Mr. B., now grown distrustful of his intellectual gifts in view of his degradation, and nervously apprehensive of a waning clerical influence, would repine and mourn over the past, accounting his life thus far a failure, without better promise. An effort once put forth towards a change had been discouraged by a “diarrhoea setting in like a flood” (as was his expression), which bore him seemingly into the very jaws of death. Anxious to make a new trial as proposed, he proceeded by very considerable reductions, though getting weaker and more haggard the days wore on. Spectres and other ugly visions tormented him, and, what is not usual, in the daytime also, distorted faces grinning from beneath the floods of ingulfing waters, eyes as of fiends gleaming and flashing from out of their oceanic caves.
From November, 1866, a year had passed amid chagrin and shame and doubt and remorse, during which period he visited the office to report himself and for advice a hundred times certainly. Occasionally, yet in a cautious and circumlocutory way, he would advert to the dire though possible alternative – self-destruction. Well posted in all the pathology of the habit (as is common with the opium-eating class), he was able to foresee the liabilities and in a manner to anticipate consequences. The dose had got down to two grains, but this was soon varied from to meet the temporarily-recurring diarrhoea; but soon after, under the administration of arsenic and antimony, and without quinine or brandy either, strength and energy appeared to be reviving. Subsequently the patient professed to have reduced himself to a single grain and a quarter, expressing at the time his confidence in the course and a hopeful issue. All this while, however, he was wavering through habitual infirmity of purpose, and on two occasions in particular he had prepared himself with an extra three-grains, once for the lecture, and again for an interview with his counsellor.
The doctor having now been called away for a week, did not meet the invalid as he had expected awaiting his return. A day passed by, and then another.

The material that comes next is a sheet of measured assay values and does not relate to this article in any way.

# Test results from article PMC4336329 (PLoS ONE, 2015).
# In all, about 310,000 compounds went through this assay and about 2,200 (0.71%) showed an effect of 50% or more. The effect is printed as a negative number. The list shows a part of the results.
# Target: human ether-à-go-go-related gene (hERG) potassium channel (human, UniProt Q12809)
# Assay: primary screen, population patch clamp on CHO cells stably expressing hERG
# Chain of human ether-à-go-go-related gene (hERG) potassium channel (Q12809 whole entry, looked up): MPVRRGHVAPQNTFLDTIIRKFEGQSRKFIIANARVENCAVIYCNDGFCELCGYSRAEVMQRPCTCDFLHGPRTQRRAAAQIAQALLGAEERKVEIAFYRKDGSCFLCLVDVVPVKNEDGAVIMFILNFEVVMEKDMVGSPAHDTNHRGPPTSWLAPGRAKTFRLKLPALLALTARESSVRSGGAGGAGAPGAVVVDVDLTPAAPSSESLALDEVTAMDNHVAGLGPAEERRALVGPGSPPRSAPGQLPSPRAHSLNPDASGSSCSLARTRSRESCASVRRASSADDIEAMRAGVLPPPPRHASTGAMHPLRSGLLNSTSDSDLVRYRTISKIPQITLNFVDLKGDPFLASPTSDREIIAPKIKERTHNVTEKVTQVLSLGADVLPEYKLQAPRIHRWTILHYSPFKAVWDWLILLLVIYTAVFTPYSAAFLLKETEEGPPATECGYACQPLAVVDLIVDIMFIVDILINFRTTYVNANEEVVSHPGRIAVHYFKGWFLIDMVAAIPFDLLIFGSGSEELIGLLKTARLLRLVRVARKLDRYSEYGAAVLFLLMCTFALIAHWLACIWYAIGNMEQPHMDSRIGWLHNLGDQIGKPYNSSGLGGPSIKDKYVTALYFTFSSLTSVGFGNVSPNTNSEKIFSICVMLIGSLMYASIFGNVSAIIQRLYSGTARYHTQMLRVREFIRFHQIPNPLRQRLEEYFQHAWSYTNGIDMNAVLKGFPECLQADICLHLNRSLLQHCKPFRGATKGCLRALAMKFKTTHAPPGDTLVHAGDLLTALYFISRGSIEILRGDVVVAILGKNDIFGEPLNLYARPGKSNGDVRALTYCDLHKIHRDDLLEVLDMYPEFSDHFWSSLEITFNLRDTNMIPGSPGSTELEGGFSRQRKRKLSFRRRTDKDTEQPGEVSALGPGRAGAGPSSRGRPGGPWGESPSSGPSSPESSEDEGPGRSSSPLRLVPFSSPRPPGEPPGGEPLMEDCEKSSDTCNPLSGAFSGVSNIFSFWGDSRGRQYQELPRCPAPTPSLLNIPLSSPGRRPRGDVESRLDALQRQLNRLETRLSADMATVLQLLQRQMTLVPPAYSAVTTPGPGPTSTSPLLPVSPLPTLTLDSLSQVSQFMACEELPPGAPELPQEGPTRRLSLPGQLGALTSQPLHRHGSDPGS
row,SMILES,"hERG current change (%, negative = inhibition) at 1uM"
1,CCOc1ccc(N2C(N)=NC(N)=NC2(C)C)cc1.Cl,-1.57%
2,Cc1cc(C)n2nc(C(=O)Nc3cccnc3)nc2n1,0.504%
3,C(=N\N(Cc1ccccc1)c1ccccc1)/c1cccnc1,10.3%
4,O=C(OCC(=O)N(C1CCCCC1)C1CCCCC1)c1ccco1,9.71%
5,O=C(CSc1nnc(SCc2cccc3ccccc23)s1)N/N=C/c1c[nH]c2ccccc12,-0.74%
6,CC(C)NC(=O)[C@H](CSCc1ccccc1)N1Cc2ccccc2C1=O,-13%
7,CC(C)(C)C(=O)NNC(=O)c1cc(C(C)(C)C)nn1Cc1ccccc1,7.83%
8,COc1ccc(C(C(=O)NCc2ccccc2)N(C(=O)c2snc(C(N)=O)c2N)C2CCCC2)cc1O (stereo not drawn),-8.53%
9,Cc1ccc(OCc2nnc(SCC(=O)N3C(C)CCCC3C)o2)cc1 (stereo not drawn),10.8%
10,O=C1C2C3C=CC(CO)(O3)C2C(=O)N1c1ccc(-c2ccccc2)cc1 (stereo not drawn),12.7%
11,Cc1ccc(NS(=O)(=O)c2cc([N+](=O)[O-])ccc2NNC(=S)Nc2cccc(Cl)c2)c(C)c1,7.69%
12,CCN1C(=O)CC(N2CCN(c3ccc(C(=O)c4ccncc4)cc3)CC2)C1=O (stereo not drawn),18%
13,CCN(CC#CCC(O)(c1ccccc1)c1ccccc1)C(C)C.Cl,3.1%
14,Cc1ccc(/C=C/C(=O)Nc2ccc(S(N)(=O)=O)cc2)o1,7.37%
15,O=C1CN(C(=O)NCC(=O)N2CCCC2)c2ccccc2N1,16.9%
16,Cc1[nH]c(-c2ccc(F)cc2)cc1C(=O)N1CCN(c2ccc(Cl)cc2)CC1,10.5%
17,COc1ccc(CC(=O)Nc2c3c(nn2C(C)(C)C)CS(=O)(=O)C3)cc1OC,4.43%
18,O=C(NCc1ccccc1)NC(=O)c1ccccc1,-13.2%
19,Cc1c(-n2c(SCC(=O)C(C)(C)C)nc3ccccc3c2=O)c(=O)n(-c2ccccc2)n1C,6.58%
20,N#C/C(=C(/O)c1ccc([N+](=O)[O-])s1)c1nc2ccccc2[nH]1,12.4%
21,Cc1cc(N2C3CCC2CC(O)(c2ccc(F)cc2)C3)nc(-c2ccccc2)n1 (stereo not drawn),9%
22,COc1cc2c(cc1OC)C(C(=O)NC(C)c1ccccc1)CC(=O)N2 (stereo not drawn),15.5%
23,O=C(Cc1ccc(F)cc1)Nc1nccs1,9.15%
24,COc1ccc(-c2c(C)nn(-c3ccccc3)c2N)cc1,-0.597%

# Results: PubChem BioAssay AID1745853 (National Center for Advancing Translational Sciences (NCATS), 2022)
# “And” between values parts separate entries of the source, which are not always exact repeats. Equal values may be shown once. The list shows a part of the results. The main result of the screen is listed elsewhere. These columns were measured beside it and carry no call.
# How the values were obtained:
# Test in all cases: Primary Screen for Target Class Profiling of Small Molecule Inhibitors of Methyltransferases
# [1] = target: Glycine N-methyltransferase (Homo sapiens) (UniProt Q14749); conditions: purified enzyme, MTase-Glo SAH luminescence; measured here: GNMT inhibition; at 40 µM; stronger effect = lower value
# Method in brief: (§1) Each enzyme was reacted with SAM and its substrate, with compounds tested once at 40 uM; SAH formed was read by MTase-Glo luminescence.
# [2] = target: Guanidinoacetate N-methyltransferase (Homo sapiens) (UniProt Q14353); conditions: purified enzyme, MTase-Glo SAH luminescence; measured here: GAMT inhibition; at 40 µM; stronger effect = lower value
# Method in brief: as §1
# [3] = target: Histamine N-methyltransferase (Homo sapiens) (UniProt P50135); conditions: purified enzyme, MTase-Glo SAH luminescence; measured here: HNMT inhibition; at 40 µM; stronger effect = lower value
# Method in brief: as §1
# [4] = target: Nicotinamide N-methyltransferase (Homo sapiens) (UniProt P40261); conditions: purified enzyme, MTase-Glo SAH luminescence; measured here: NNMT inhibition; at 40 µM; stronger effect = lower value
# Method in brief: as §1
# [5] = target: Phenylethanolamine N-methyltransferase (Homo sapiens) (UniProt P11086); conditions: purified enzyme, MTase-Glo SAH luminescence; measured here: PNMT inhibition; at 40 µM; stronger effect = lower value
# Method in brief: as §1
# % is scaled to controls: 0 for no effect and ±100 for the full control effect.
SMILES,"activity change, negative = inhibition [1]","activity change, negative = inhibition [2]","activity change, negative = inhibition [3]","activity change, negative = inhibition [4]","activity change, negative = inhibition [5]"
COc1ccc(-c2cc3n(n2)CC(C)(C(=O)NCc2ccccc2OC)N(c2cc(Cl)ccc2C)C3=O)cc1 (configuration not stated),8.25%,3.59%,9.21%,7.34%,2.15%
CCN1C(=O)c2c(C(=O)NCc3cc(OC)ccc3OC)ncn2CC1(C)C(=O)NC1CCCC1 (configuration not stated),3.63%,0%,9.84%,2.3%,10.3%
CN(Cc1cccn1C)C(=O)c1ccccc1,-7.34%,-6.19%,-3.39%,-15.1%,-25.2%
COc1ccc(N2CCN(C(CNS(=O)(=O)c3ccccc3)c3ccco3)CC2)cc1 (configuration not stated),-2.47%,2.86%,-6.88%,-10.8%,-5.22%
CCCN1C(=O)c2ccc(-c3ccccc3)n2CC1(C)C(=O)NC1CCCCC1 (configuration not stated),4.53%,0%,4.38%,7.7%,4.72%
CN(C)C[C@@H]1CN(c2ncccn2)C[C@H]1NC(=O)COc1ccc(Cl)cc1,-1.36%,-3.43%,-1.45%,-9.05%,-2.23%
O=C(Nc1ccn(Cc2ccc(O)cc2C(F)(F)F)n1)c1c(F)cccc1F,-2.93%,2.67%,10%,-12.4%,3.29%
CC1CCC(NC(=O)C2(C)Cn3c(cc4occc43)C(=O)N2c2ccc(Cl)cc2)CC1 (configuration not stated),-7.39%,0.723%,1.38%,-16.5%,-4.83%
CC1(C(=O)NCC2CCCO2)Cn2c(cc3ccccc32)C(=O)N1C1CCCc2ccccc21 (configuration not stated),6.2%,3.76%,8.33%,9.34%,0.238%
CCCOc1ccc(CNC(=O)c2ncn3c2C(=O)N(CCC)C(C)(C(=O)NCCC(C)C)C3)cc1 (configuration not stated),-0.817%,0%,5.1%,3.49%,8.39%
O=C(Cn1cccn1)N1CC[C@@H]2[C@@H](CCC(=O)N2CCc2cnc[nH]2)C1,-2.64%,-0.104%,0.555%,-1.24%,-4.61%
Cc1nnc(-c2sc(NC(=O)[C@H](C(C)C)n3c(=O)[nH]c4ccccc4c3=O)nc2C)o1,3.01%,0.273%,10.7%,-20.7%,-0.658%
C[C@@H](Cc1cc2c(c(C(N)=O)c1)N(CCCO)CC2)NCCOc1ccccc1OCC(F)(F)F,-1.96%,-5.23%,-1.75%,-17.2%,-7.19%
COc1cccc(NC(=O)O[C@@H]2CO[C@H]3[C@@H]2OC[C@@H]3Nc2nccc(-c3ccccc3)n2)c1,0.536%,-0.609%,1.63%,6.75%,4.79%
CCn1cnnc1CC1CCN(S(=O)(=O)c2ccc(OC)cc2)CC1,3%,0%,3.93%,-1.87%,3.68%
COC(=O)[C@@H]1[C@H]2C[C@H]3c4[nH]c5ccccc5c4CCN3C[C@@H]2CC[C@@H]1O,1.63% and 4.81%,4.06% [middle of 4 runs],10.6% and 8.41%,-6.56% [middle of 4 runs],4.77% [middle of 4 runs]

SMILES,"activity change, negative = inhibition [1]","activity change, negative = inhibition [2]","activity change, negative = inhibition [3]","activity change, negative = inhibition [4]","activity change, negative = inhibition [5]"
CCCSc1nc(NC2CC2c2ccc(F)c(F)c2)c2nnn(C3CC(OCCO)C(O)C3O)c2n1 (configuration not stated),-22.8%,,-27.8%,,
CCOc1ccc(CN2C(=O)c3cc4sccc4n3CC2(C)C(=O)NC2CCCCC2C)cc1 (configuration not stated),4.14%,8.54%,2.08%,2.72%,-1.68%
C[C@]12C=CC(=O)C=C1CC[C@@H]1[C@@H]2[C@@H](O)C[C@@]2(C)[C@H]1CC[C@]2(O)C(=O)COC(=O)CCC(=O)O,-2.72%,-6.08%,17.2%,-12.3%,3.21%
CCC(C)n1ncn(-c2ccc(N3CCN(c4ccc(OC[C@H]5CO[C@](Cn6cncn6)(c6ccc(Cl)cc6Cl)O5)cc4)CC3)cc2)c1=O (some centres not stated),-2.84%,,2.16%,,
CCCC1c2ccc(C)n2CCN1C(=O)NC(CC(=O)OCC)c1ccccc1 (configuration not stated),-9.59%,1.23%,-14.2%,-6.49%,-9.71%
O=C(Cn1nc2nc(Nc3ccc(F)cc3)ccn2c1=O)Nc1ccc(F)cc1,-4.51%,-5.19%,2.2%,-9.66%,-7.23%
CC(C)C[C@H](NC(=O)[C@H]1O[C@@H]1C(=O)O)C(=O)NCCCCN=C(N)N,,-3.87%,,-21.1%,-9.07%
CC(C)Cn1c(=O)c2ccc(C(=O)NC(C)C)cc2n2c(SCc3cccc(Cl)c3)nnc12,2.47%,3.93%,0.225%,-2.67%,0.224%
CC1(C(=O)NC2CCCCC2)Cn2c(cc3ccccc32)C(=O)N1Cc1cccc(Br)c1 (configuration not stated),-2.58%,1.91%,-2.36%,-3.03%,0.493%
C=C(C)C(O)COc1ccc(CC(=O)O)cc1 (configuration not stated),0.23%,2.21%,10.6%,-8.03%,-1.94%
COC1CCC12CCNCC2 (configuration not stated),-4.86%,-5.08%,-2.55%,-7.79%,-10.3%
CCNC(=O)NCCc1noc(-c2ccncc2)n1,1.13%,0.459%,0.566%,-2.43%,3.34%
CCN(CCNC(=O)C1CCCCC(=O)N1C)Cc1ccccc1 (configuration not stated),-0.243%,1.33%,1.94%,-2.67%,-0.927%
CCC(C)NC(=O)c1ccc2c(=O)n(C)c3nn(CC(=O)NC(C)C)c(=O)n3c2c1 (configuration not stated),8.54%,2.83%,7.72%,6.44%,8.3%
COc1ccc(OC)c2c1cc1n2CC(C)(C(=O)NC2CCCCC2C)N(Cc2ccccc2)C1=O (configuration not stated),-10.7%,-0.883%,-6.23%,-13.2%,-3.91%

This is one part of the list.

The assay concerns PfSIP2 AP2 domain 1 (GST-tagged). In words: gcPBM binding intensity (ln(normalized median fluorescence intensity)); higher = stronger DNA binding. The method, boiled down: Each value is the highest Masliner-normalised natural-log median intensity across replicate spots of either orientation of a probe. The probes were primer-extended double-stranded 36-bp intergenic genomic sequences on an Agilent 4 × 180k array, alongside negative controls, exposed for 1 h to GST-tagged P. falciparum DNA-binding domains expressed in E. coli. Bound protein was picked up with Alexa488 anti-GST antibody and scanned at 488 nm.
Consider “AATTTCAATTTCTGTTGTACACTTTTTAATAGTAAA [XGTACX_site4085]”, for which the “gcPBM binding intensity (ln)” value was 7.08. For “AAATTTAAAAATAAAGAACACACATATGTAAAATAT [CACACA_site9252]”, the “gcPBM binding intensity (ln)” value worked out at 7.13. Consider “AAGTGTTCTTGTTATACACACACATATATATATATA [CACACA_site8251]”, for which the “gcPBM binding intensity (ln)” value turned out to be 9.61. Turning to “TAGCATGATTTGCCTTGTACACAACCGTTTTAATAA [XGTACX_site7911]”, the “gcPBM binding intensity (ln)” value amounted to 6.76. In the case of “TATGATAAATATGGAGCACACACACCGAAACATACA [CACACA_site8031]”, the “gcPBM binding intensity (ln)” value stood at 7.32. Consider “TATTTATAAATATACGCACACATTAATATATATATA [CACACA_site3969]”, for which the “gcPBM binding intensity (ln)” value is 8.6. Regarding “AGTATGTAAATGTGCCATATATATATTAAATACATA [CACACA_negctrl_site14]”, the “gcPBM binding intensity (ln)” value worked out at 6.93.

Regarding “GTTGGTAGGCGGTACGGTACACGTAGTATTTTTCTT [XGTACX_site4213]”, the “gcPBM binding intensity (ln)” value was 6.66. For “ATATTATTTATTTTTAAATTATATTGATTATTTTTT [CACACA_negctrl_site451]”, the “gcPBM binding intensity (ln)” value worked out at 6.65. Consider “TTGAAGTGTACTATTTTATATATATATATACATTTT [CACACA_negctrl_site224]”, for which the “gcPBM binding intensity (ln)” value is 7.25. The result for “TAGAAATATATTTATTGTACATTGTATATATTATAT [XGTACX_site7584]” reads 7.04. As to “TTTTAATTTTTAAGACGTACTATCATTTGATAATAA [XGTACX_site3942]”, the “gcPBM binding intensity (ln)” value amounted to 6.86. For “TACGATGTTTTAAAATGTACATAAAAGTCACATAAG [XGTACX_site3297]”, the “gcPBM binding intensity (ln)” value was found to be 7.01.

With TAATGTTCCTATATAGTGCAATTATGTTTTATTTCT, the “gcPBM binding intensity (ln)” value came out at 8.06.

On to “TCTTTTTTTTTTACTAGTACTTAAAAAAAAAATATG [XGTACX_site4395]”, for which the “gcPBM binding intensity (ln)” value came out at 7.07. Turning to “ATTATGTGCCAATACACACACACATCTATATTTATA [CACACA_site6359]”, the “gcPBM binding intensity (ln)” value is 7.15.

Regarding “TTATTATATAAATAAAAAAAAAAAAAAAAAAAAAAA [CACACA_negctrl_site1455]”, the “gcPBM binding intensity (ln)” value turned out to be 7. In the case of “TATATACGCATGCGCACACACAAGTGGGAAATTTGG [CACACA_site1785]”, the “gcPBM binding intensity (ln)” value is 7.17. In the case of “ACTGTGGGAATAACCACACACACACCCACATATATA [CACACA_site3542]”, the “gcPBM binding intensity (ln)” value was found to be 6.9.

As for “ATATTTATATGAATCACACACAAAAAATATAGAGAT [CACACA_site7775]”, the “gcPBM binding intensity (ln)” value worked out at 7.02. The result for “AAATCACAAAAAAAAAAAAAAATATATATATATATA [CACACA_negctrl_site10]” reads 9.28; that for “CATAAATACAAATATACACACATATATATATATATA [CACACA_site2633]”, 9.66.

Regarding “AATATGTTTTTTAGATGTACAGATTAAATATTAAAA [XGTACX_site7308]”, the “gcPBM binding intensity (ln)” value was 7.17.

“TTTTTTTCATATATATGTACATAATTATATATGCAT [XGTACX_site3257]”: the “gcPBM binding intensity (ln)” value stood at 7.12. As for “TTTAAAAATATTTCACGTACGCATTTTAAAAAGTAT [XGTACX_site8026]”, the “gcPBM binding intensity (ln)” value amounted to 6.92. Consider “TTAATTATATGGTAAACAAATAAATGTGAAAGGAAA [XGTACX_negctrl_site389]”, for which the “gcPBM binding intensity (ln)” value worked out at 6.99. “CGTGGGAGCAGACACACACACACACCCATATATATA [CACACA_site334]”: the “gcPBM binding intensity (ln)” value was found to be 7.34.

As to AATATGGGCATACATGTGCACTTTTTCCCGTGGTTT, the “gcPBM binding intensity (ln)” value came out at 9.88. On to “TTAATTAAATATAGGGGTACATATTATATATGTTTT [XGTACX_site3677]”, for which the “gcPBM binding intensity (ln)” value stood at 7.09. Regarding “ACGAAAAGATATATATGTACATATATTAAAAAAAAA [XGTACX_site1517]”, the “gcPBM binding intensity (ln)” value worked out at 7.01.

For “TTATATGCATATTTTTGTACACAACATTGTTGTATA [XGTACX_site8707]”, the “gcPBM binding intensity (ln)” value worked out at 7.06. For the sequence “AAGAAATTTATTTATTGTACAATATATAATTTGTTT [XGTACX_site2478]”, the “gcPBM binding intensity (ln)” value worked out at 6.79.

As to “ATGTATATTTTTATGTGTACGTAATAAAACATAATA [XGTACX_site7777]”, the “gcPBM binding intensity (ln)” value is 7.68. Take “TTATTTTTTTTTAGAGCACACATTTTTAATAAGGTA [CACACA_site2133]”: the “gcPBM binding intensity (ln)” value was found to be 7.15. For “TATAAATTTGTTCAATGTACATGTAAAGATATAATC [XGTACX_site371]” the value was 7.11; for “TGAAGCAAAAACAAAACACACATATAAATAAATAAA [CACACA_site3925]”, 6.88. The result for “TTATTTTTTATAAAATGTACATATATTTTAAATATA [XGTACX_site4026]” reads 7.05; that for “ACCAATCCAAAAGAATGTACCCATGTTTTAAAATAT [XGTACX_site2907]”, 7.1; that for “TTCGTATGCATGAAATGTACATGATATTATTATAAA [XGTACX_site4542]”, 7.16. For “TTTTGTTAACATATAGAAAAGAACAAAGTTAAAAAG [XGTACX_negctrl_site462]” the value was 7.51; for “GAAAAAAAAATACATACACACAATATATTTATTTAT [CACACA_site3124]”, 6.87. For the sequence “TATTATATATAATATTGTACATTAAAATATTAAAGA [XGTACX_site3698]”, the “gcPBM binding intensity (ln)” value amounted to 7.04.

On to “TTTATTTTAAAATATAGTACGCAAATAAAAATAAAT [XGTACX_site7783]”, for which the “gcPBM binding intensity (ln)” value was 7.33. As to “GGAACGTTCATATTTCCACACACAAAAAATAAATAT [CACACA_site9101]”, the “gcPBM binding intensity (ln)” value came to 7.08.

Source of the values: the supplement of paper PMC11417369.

“The third – with dirges due in sad array,
Slow through the churchway-path they saw him borne.”
Coleridge, whose soul may be said to have been in a perpetual eclipse, appears on one occasion to have premeditated suicide, if indeed (what is doubtful at best) he was ever capable of working himself up to a fixed purpose of any kind.
On a certain day it was when he had gone without his opium for twenty-four hours, as he was sauntering along Bristol docks, having on some trivial pretext excused his Fidus Achates or Man-Friday, he slipped into an apothecary to have his laudanum-bottle filled; but somehow he “let slip the occasion,” as was usual with him whenever the emergency had come.
To the extravagant employment of opium by the Chinese promiscuously as a proximate cause, may undoubtedly be ascribed the extensive prevalence of infanticide. In Fuh-Kien (says the Rev. Mr. Abeel), forty percent of the female infants are sacrificed by their unnatural mothers, and Dr. Cumming found in a neighboring district a laxity of morals even more saddening. Poverty is the specious and ready plea in extenuation of guilt; gambling, and licentiousness its concomitant, reveal the more occult but no less potent cause, the slow-consuming poison there incessantly at work.
The Malay race are somewhat peculiarly affected under the influence, becoming impetuous and irascible, vindictive in their dispositions and reckless of consequences (Parker). In the Javan rendezvous where the dissolute are accustomed to gather for holding their orgies, the authorities have armed sentinels stationed outside the doors for the purpose of repressing any attempted violence, with orders to strike down and even kill any dangerously turbulent person present – so saith Libermann.